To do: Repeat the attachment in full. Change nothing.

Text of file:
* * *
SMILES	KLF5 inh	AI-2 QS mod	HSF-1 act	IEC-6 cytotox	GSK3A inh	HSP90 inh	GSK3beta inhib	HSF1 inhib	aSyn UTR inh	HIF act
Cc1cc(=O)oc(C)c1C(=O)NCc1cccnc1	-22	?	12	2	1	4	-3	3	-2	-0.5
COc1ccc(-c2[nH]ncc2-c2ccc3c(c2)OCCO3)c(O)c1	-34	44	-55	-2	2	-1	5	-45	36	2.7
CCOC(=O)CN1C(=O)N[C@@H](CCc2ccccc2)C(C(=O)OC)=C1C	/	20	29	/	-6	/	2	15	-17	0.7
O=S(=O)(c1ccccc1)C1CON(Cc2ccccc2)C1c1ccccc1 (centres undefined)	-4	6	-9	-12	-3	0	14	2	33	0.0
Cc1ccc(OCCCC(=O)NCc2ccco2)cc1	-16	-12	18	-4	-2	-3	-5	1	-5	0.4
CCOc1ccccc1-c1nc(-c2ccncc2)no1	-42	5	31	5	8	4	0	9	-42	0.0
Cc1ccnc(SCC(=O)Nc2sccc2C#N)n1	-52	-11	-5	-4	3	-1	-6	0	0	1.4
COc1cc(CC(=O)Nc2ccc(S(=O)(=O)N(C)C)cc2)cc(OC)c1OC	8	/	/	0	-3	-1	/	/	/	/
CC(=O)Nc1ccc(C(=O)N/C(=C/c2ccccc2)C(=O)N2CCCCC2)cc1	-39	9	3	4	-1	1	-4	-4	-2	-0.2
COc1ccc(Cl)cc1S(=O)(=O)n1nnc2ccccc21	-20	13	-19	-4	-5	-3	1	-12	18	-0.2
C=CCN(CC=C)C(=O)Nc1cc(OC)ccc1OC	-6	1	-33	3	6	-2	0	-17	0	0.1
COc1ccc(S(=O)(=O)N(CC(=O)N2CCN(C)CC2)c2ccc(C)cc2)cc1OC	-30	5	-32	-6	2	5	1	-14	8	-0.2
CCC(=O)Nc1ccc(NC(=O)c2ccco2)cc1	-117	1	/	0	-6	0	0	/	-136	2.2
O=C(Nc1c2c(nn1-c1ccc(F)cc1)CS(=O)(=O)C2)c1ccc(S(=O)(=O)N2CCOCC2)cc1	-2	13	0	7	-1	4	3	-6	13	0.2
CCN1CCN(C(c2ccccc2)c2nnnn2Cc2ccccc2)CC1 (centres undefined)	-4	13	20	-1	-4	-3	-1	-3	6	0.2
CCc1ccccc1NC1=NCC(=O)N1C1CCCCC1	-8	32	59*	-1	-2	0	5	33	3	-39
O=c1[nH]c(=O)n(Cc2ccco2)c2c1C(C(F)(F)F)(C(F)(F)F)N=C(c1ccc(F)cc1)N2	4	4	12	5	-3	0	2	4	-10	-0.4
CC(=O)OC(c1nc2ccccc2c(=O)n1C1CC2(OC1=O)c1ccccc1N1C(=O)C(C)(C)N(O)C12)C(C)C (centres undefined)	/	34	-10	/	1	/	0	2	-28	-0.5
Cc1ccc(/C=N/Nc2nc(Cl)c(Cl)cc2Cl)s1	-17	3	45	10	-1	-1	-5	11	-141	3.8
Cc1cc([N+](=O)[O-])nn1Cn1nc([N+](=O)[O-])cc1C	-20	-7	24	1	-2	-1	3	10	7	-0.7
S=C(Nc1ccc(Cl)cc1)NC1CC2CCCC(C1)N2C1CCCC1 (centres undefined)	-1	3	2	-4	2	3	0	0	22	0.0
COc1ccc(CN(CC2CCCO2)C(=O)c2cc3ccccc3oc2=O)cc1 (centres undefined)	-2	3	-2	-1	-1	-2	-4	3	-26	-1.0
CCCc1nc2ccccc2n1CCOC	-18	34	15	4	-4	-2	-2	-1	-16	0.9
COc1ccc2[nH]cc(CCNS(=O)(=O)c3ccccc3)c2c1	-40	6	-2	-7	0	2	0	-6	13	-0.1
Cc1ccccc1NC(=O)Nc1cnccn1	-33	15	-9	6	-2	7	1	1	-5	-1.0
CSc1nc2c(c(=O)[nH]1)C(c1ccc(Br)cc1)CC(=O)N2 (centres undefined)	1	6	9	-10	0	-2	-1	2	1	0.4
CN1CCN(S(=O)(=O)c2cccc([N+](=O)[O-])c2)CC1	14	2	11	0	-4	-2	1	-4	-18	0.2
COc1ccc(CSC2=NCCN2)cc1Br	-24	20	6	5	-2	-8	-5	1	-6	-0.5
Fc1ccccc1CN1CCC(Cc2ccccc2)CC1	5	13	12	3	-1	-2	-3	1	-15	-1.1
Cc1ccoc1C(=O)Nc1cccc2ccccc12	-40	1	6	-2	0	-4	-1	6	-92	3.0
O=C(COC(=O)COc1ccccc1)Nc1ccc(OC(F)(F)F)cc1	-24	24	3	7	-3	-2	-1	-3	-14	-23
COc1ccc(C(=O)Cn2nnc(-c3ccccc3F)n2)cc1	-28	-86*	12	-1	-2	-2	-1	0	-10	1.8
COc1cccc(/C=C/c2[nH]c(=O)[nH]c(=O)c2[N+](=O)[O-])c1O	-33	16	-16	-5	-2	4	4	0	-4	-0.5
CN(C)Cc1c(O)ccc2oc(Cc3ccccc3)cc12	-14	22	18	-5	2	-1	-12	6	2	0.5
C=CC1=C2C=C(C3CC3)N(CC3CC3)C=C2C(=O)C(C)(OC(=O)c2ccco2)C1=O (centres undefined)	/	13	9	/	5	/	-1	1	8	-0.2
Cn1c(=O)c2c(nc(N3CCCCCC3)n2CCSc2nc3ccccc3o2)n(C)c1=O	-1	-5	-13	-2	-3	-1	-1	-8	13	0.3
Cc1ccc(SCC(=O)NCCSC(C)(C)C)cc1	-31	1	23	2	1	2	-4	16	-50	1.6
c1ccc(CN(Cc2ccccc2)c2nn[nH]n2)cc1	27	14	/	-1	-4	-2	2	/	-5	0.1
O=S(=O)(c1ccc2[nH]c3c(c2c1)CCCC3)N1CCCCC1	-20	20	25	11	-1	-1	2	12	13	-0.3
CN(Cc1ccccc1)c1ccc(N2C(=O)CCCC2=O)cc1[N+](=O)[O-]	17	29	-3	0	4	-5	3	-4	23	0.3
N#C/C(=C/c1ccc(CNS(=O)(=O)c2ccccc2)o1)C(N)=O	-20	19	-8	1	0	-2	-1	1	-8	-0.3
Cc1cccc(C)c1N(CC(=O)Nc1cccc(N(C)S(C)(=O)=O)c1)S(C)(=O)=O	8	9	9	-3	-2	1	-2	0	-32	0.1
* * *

SMILES	KLF5 inh	AI-2 QS mod	HSF-1 act	IEC-6 cytotox	GSK3A inh	HSP90 inh	GSK3beta inhib	HSF1 inhib	aSyn UTR inh	HIF act
Cc1cc(=O)oc(C)c1C(=O)NCc1cccnc1	-22	?	12	2	1	4	-3	3	-2	-0.5
COc1ccc(-c2[nH]ncc2-c2ccc3c(c2)OCCO3)c(O)c1	-34	44	-55	-2	2	-1	5	-45	36	2.7
CCOC(=O)CN1C(=O)N[C@@H](CCc2ccccc2)C(C(=O)OC)=C1C	/	20	29	/	-6	/	2	15	-17	0.7
O=S(=O)(c1ccccc1)C1CON(Cc2ccccc2)C1c1ccccc1 (centres undefined)	-4	6	-9	-12	-3	0	14	2	33	0.0
Cc1ccc(OCCCC(=O)NCc2ccco2)cc1	-16	-12	18	-4	-2	-3	-5	1	-5	0.4
CCOc1ccccc1-c1nc(-c2ccncc2)no1	-42	5	31	5	8	4	0	9	-42	0.0
Cc1ccnc(SCC(=O)Nc2sccc2C#N)n1	-52	-11	-5	-4	3	-1	-6	0	0	1.4
COc1cc(CC(=O)Nc2ccc(S(=O)(=O)N(C)C)cc2)cc(OC)c1OC	8	/	/	0	-3	-1	/	/	/	/
CC(=O)Nc1ccc(C(=O)N/C(=C/c2ccccc2)C(=O)N2CCCCC2)cc1	-39	9	3	4	-1	1	-4	-4	-2	-0.2
COc1ccc(Cl)cc1S(=O)(=O)n1nnc2ccccc21	-20	13	-19	-4	-5	-3	1	-12	18	-0.2
C=CCN(CC=C)C(=O)Nc1cc(OC)ccc1OC	-6	1	-33	3	6	-2	0	-17	0	0.1
COc1ccc(S(=O)(=O)N(CC(=O)N2CCN(C)CC2)c2ccc(C)cc2)cc1OC	-30	5	-32	-6	2	5	1	-14	8	-0.2
CCC(=O)Nc1ccc(NC(=O)c2ccco2)cc1	-117	1	/	0	-6	0	0	/	-136	2.2
O=C(Nc1c2c(nn1-c1ccc(F)cc1)CS(=O)(=O)C2)c1ccc(S(=O)(=O)N2CCOCC2)cc1	-2	13	0	7	-1	4	3	-6	13	0.2
CCN1CCN(C(c2ccccc2)c2nnnn2Cc2ccccc2)CC1 (centres undefined)	-4	13	20	-1	-4	-3	-1	-3	6	0.2
CCc1ccccc1NC1=NCC(=O)N1C1CCCCC1	-8	32	59*	-1	-2	0	5	33	3	-39
O=c1[nH]c(=O)n(Cc2ccco2)c2c1C(C(F)(F)F)(C(F)(F)F)N=C(c1ccc(F)cc1)N2	4	4	12	5	-3	0	2	4	-10	-0.4
CC(=O)OC(c1nc2ccccc2c(=O)n1C1CC2(OC1=O)c1ccccc1N1C(=O)C(C)(C)N(O)C12)C(C)C (centres undefined)	/	34	-10	/	1	/	0	2	-28	-0.5
Cc1ccc(/C=N/Nc2nc(Cl)c(Cl)cc2Cl)s1	-17	3	45	10	-1	-1	-5	11	-141	3.8
Cc1cc([N+](=O)[O-])nn1Cn1nc([N+](=O)[O-])cc1C	-20	-7	24	1	-2	-1	3	10	7	-0.7
S=C(Nc1ccc(Cl)cc1)NC1CC2CCCC(C1)N2C1CCCC1 (centres undefined)	-1	3	2	-4	2	3	0	0	22	0.0
COc1ccc(CN(CC2CCCO2)C(=O)c2cc3ccccc3oc2=O)cc1 (centres undefined)	-2	3	-2	-1	-1	-2	-4	3	-26	-1.0
CCCc1nc2ccccc2n1CCOC	-18	34	15	4	-4	-2	-2	-1	-16	0.9
COc1ccc2[nH]cc(CCNS(=O)(=O)c3ccccc3)c2c1	-40	6	-2	-7	0	2	0	-6	13	-0.1
Cc1ccccc1NC(=O)Nc1cnccn1	-33	15	-9	6	-2	7	1	1	-5	-1.0
CSc1nc2c(c(=O)[nH]1)C(c1ccc(Br)cc1)CC(=O)N2 (centres undefined)	1	6	9	-10	0	-2	-1	2	1	0.4
CN1CCN(S(=O)(=O)c2cccc([N+](=O)[O-])c2)CC1	14	2	11	0	-4	-2	1	-4	-18	0.2
COc1ccc(CSC2=NCCN2)cc1Br	-24	20	6	5	-2	-8	-5	1	-6	-0.5
Fc1ccccc1CN1CCC(Cc2ccccc2)CC1	5	13	12	3	-1	-2	-3	1	-15	-1.1
Cc1ccoc1C(=O)Nc1cccc2ccccc12	-40	1	6	-2	0	-4	-1	6	-92	3.0
O=C(COC(=O)COc1ccccc1)Nc1ccc(OC(F)(F)F)cc1	-24	24	3	7	-3	-2	-1	-3	-14	-23
COc1ccc(C(=O)Cn2nnc(-c3ccccc3F)n2)cc1	-28	-86*	12	-1	-2	-2	-1	0	-10	1.8
COc1cccc(/C=C/c2[nH]c(=O)[nH]c(=O)c2[N+](=O)[O-])c1O	-33	16	-16	-5	-2	4	4	0	-4	-0.5
CN(C)Cc1c(O)ccc2oc(Cc3ccccc3)cc12	-14	22	18	-5	2	-1	-12	6	2	0.5
C=CC1=C2C=C(C3CC3)N(CC3CC3)C=C2C(=O)C(C)(OC(=O)c2ccco2)C1=O (centres undefined)	/	13	9	/	5	/	-1	1	8	-0.2
Cn1c(=O)c2c(nc(N3CCCCCC3)n2CCSc2nc3ccccc3o2)n(C)c1=O	-1	-5	-13	-2	-3	-1	-1	-8	13	0.3
Cc1ccc(SCC(=O)NCCSC(C)(C)C)cc1	-31	1	23	2	1	2	-4	16	-50	1.6
c1ccc(CN(Cc2ccccc2)c2nn[nH]n2)cc1	27	14	/	-1	-4	-2	2	/	-5	0.1
O=S(=O)(c1ccc2[nH]c3c(c2c1)CCCC3)N1CCCCC1	-20	20	25	11	-1	-1	2	12	13	-0.3
CN(Cc1ccccc1)c1ccc(N2C(=O)CCCC2=O)cc1[N+](=O)[O-]	17	29	-3	0	4	-5	3	-4	23	0.3
N#C/C(=C/c1ccc(CNS(=O)(=O)c2ccccc2)o1)C(N)=O	-20	19	-8	1	0	-2	-1	1	-8	-0.3
Cc1cccc(C)c1N(CC(=O)Nc1cccc(N(C)S(C)(=O)=O)c1)S(C)(=O)=O	8	9	9	-3	-2	1	-2	0	-32	0.1